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Baseball season is almost over. Die-hard fans are looking forward to the coming weeks when the division pennant races begin, and the winners face off in a best-of-seven championship series. Major League Baseball’s World Series – played for over 100 years – is slated for late October. This “fall classic” is laden with nostalgia, so it’s a good time to celebrate baseball’s great tradition with a few of the activities suggested bel

  • BASEBALL DISCUSSION: Show a vintage photo of a family at the ball park. Share childhood memories of listening to baseball games on the radio or going to the ball park. Ask: Are you a fan of baseball? Did you ever play on or coach a baseball team? Which family members enjoyed listening to games on the radio as you grew up? Who was your favorite Major League team? Name some great hitters that you remember. Did you ever see any of them play at the ball park? Did you ever attend a big sports event, like the World Series?
  • RADIO HUMOR: Listen to some old-time radio baseball humor. Examples: from The Jack Benny Show – “Jack Listens to the World Series on Radio” or “Phil Tries to Collect a World Series Bet” or Abbott and Costello’s classic “Who’s on First?” routine.
  • BASEBALL OUTINGS: Share memories of visiting a popular baseball landmark, like the Hall of Fame in Cooperstown, the Louisville Slugger Museum and Factory, Babe Ruth’s Birthplace and Museum, the Little League Museum, or a favorite ball park such as Wrigley Field, Ebbets Field, or Yankee Stadium.
  • WORLD SERIES: Share the history of the World Series, which began in 1903. Learn about the prize: the World Series trophy. Make predictions for this year’s series. Dress in team colors and make and hang team pennants. Challenge fans of the game to a World Series trivia game.
  • SING, STRETCH, SNACK: Sing an enthusiastic rendition of “Take Me Out to the Ball Park,” and do some gentle “seventh-inning stretch” exercises. Enjoy some baseball snacks, like Coke, soft pretzels with cheese and mustard, or mini corndogs. Learn about the history of Cracker Jack’s “A Prize in Every Box.”
  • GAMES: Pantomime the actions of a catcher, pitcher, batter, and umpire. Play a ball toss game, or hold a pitching contest. (Use a soft foam ball or a Whiffle ball.)
  • BASEBALL TALK: Discuss the meanings of the following baseball idioms – within sports and in general: whole new ball game, touch base with, ballpark figure, play hardball, strike out, step up to the plate, bat a thousand, drop the ball, cover all the bases, hit one out of the park, the home stretch, throw a beanball, bush-league, major league, out in left field, pinch hit, screwball, a swing and a miss, three strikes law, triple play.
  • TEAMWORK: Discuss how the following quote from Babe Ruth applies to the World Series: “The way a team plays as a whole determines its success. You may have the greatest bunch of individual stars in the world, but if they don’t play together, the club won’t be worth a dime.”
  • VISUAL AIDS: Display the following props: samples of Louisville Slugger baseball bats, gloves and mitts, photos of Major League players with Slugger bats. Learn about the history of the Louisville Slugger, the official bat of Major League Baseball. Ask: What do you recall about Louisville Slugger bats? Did you or your children ever use one? Do you prefer to hit with a wooden or metal bat? Did you have a favorite piece of equipment, like a wooden bat or a glove?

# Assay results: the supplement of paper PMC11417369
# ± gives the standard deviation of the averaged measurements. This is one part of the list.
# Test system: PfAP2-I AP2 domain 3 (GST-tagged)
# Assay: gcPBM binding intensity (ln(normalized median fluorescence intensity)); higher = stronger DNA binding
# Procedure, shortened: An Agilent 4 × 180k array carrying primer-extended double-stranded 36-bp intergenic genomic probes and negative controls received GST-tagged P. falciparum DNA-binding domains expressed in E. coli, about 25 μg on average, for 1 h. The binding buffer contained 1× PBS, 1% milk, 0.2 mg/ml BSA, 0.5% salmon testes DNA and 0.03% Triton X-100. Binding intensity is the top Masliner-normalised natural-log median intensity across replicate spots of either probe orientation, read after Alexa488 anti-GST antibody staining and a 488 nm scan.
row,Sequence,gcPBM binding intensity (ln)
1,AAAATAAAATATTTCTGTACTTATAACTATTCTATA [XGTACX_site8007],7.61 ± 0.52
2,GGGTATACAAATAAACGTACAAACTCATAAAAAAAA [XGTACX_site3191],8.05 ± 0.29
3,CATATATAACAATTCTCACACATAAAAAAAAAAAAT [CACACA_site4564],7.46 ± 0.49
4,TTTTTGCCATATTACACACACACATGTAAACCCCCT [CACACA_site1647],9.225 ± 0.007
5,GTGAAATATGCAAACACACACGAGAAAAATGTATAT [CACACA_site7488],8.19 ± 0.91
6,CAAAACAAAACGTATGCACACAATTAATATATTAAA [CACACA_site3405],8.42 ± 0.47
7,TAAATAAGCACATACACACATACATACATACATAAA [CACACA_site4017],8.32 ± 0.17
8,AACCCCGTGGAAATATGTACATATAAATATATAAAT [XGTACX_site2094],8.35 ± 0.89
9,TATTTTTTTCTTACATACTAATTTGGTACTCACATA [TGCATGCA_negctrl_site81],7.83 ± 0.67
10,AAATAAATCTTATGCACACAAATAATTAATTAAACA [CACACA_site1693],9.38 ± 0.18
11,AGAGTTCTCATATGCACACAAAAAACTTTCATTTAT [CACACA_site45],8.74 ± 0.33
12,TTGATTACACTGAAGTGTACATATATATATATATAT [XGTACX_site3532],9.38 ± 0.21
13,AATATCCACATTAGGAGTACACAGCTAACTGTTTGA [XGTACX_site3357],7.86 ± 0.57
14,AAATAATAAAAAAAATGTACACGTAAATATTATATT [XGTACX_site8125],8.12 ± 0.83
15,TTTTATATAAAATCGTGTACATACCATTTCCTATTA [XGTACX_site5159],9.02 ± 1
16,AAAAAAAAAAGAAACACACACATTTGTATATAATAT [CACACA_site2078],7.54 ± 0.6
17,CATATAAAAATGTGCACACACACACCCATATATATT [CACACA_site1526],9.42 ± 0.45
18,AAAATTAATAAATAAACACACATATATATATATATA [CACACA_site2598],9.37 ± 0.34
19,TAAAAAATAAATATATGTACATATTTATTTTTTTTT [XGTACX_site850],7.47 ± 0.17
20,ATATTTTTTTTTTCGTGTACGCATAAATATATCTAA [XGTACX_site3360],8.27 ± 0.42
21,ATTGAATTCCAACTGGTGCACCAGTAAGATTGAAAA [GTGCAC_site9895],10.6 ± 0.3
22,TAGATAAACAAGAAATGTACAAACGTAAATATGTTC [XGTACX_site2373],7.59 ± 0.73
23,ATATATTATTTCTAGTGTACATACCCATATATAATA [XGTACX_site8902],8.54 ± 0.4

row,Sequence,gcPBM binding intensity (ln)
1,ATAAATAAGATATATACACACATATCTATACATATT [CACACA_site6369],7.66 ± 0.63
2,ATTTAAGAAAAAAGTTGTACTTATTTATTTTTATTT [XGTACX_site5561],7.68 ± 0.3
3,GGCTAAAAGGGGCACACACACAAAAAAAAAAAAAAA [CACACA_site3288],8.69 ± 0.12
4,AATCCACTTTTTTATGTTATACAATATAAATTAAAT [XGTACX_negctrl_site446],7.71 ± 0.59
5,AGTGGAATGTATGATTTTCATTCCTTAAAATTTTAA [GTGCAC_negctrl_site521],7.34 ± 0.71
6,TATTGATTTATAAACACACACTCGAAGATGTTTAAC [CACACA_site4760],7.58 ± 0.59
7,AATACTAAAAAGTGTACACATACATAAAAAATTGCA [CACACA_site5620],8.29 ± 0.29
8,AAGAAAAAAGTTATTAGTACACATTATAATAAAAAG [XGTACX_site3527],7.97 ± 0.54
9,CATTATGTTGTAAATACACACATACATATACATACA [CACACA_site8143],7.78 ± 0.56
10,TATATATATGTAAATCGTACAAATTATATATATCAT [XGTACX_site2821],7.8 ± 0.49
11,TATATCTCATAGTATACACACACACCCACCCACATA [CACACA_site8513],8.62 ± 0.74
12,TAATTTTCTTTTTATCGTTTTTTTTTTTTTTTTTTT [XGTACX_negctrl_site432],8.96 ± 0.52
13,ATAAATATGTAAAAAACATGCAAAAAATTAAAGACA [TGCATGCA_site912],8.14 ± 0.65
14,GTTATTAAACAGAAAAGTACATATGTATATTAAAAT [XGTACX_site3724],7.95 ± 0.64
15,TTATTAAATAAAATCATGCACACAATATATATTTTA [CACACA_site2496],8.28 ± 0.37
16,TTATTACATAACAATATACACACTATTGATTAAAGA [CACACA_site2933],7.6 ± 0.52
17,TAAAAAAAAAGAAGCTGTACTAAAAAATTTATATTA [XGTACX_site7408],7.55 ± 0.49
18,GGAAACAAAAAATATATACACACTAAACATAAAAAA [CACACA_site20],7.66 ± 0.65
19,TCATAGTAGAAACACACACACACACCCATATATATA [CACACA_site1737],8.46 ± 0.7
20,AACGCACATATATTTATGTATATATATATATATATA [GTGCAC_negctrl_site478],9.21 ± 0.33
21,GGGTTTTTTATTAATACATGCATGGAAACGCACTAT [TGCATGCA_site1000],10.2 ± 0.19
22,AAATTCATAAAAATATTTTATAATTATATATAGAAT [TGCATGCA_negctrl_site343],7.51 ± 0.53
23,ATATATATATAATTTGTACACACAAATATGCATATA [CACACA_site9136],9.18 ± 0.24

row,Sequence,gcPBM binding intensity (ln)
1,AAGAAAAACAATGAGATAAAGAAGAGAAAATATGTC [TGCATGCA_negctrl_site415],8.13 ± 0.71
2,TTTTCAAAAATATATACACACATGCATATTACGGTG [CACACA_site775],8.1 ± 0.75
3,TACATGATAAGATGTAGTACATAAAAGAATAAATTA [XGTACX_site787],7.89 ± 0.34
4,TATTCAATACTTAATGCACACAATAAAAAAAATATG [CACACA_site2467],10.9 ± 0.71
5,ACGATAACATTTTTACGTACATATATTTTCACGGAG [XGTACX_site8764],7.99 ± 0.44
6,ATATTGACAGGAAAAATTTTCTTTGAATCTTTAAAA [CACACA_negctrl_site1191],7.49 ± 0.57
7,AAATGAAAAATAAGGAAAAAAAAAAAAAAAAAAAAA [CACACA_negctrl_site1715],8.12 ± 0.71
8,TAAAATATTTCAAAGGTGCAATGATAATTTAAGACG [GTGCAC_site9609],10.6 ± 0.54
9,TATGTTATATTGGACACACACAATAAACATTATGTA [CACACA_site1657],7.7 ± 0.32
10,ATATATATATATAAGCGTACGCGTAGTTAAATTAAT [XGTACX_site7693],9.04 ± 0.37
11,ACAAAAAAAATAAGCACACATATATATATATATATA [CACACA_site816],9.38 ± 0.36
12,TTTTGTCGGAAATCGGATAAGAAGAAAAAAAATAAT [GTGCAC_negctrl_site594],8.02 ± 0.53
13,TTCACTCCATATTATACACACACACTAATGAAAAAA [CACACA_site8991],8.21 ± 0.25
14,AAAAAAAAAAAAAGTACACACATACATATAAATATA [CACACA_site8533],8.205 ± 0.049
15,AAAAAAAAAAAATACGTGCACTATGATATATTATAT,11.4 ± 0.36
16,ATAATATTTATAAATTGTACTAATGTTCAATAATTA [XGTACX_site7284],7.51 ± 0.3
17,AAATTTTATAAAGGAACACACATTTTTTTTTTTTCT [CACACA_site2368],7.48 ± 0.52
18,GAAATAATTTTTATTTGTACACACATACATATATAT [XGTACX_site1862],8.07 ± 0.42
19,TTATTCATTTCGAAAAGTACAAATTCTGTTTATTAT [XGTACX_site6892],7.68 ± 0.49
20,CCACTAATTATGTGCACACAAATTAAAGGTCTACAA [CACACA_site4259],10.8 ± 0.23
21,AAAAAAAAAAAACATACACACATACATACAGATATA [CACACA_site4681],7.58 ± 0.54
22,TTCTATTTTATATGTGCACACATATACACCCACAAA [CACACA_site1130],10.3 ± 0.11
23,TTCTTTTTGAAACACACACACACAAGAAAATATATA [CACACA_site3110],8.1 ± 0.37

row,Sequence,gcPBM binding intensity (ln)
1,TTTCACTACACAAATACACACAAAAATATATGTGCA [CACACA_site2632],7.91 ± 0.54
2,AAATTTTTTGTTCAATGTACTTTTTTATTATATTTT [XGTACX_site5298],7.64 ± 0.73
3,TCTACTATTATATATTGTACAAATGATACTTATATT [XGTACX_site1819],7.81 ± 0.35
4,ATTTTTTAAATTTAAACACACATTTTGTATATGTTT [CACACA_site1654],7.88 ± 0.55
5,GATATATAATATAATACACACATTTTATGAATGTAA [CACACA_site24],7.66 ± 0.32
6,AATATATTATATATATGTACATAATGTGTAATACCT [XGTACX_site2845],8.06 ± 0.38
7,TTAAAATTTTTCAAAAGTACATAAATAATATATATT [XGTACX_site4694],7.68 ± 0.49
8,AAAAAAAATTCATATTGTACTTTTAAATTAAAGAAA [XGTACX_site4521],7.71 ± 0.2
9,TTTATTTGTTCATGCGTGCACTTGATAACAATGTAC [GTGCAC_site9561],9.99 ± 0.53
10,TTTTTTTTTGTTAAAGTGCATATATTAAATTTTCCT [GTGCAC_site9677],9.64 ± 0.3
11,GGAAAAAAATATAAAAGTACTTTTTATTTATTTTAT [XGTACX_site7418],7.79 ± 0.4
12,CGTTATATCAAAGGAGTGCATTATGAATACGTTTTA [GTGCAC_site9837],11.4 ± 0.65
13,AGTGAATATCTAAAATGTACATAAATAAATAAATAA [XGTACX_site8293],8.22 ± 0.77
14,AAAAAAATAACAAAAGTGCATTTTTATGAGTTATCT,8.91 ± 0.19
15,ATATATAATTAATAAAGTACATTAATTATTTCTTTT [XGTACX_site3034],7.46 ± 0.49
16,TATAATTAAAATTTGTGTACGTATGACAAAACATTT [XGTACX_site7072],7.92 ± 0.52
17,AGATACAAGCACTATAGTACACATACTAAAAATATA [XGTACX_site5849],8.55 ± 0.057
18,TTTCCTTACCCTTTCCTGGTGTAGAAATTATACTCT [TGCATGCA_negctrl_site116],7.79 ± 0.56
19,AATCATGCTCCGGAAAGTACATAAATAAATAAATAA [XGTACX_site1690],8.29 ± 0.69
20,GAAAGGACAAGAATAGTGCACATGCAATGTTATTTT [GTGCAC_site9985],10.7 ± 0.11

• ATHLETES & ANNOUNCERS: Look at old Sports Illustrated magazines with World Series covers and talk about the feats/accomplishments of the great athletes who have played in the fall classic. (You can find these on the Internet.) Reminisce about some of the great play-by-play announcers of the game. (Examples: Vin Scully, Red Barber, Joe Garagiola, Red Grange, Curt Gowdy, Mel Allen). Imitate Mel Allen’s signature call: “Going, going, gone!”
  • MEMORABILIA: Invite a sports memorabilia collector to talk about World Series collectibles or other baseball memorabilia, such as trading cards, autographed baseballs, or old jerseys.
  • LESSONS LEARNED: Invite some current or former amateur/pro baseball players to share some lessons about life that they learned from playing the game. (Example: Never give up!)
  • BLOOPERS: Watch a funny baseball blooper video. Share baseball jokes and humorous stories. Read some of Yogi Berra’s “Yogiisms” to your group, and ask for volunteers to explain the wisdom behind the sayings. (Examples: “It ain’t over till it’s over” and “Half the lies they tell me ain’t true.”) Write some original one-line baseball tongue twisters.
  • DOCUMENTARY: Show some “inning” episodes of the PBS documentary Baseball: A Film by Ken Burns.

Many more activities on the topic of baseball can be found in the resources listed below.

Continue to look for upcoming editions of this newsletter the first day of the month. (Themes focus on the following month.) Our newsletter contains useful information to make your job of working with older adults more fulfilling. In this issue, you’ll find the following:

  • Baseball’s “Fall Classic” Resources
  • Famous Baseball Players Trivia Quiz
  • Featured Products for September
  • Thought for the Month


Remember The Golden Age of Baseball? Rekindle fond family memories of America’s favorite pastime with Everyday Life Trivia, Volume 1, featuring hundreds of questions about the ordinary life of Americans in the mid-20th century. Choose from 23 topics, including Books, Dogs and Cats, Hair and Cosmetics, A Kid’s World, Mealtime, Motor Vehicles, Nicknames, Places We All Know, Rooms, Toolbox, Working, and more. The trivia quizzes provide valuable mental stimulation and encourage friendly competition. Many of the questions will spur memories of favorite people, places, and events. Here are some sample questions from the topic “Baseball – Our National Pastime”: